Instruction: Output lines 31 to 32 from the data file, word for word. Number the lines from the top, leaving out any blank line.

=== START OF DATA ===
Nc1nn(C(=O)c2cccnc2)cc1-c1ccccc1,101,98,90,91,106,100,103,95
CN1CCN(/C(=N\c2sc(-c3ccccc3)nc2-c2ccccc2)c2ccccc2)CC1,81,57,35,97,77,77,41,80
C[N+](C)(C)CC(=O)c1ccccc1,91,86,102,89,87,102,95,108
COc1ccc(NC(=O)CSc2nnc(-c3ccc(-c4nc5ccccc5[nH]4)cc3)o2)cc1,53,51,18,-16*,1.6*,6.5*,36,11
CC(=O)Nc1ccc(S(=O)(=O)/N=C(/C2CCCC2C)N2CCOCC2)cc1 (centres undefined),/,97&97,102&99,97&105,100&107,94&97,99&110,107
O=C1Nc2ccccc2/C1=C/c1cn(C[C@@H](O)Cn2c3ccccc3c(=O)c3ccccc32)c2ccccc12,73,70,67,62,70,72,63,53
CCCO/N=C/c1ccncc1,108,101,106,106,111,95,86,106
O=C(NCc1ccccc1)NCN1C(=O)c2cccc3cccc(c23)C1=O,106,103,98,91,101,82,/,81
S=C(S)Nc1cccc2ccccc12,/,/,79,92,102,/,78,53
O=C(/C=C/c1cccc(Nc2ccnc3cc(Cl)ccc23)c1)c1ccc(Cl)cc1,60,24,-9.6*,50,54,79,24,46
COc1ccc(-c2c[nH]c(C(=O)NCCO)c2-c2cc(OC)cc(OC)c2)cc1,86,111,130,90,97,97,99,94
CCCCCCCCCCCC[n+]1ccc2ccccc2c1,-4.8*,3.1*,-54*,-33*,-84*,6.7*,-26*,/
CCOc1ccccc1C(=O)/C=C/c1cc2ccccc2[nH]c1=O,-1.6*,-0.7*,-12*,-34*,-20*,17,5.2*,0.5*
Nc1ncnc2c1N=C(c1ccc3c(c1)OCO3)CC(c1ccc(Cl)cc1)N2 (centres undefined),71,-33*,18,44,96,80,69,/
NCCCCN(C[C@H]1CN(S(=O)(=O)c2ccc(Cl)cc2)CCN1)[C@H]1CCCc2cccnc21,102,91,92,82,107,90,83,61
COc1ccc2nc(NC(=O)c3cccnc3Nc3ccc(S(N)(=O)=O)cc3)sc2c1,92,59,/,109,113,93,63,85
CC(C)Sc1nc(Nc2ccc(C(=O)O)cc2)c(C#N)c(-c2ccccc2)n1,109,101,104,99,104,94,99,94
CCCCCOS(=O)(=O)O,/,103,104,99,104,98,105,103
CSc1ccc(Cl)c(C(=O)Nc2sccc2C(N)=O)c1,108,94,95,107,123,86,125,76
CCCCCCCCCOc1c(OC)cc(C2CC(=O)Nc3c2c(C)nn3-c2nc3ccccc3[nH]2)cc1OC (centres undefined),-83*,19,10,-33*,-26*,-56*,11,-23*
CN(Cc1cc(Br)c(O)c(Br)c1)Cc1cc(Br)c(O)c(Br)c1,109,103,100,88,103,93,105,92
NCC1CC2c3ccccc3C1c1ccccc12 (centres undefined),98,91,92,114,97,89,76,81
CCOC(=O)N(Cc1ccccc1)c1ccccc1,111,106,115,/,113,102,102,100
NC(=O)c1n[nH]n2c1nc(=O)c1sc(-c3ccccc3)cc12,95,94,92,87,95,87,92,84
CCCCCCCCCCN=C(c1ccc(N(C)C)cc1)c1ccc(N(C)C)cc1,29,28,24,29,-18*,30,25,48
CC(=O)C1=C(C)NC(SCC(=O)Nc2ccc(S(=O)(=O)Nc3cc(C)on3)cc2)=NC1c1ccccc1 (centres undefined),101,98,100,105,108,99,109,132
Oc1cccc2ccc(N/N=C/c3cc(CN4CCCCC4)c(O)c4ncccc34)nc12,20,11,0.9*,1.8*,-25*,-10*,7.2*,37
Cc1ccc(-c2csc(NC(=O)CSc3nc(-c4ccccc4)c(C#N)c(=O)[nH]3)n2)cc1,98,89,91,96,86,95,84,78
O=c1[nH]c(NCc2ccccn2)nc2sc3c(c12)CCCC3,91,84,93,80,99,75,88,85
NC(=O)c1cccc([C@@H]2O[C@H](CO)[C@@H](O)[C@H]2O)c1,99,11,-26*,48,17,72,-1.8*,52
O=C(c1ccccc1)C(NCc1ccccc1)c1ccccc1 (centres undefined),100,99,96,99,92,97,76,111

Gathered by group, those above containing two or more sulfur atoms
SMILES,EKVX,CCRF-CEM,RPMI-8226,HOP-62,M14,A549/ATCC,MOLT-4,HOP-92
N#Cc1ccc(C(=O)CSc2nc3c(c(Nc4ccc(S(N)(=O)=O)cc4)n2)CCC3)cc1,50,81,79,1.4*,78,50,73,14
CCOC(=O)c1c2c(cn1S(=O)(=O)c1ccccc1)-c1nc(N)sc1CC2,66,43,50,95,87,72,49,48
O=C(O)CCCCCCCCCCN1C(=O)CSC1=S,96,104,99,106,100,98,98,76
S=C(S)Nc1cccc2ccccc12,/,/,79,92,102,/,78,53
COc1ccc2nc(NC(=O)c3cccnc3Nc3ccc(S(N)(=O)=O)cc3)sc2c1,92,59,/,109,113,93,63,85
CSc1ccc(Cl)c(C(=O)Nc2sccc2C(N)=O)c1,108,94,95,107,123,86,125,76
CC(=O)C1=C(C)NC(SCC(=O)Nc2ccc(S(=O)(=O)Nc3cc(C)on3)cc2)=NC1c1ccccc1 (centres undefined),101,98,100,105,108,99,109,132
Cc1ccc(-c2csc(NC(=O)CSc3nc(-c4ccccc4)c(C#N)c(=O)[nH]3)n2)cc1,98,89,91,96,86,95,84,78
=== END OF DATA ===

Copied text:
O=C(c1ccccc1)C(NCc1ccccc1)c1ccccc1 (centres undefined),100,99,96,99,92,97,76,111

Gathered by group, those above containing two or more sulfur atoms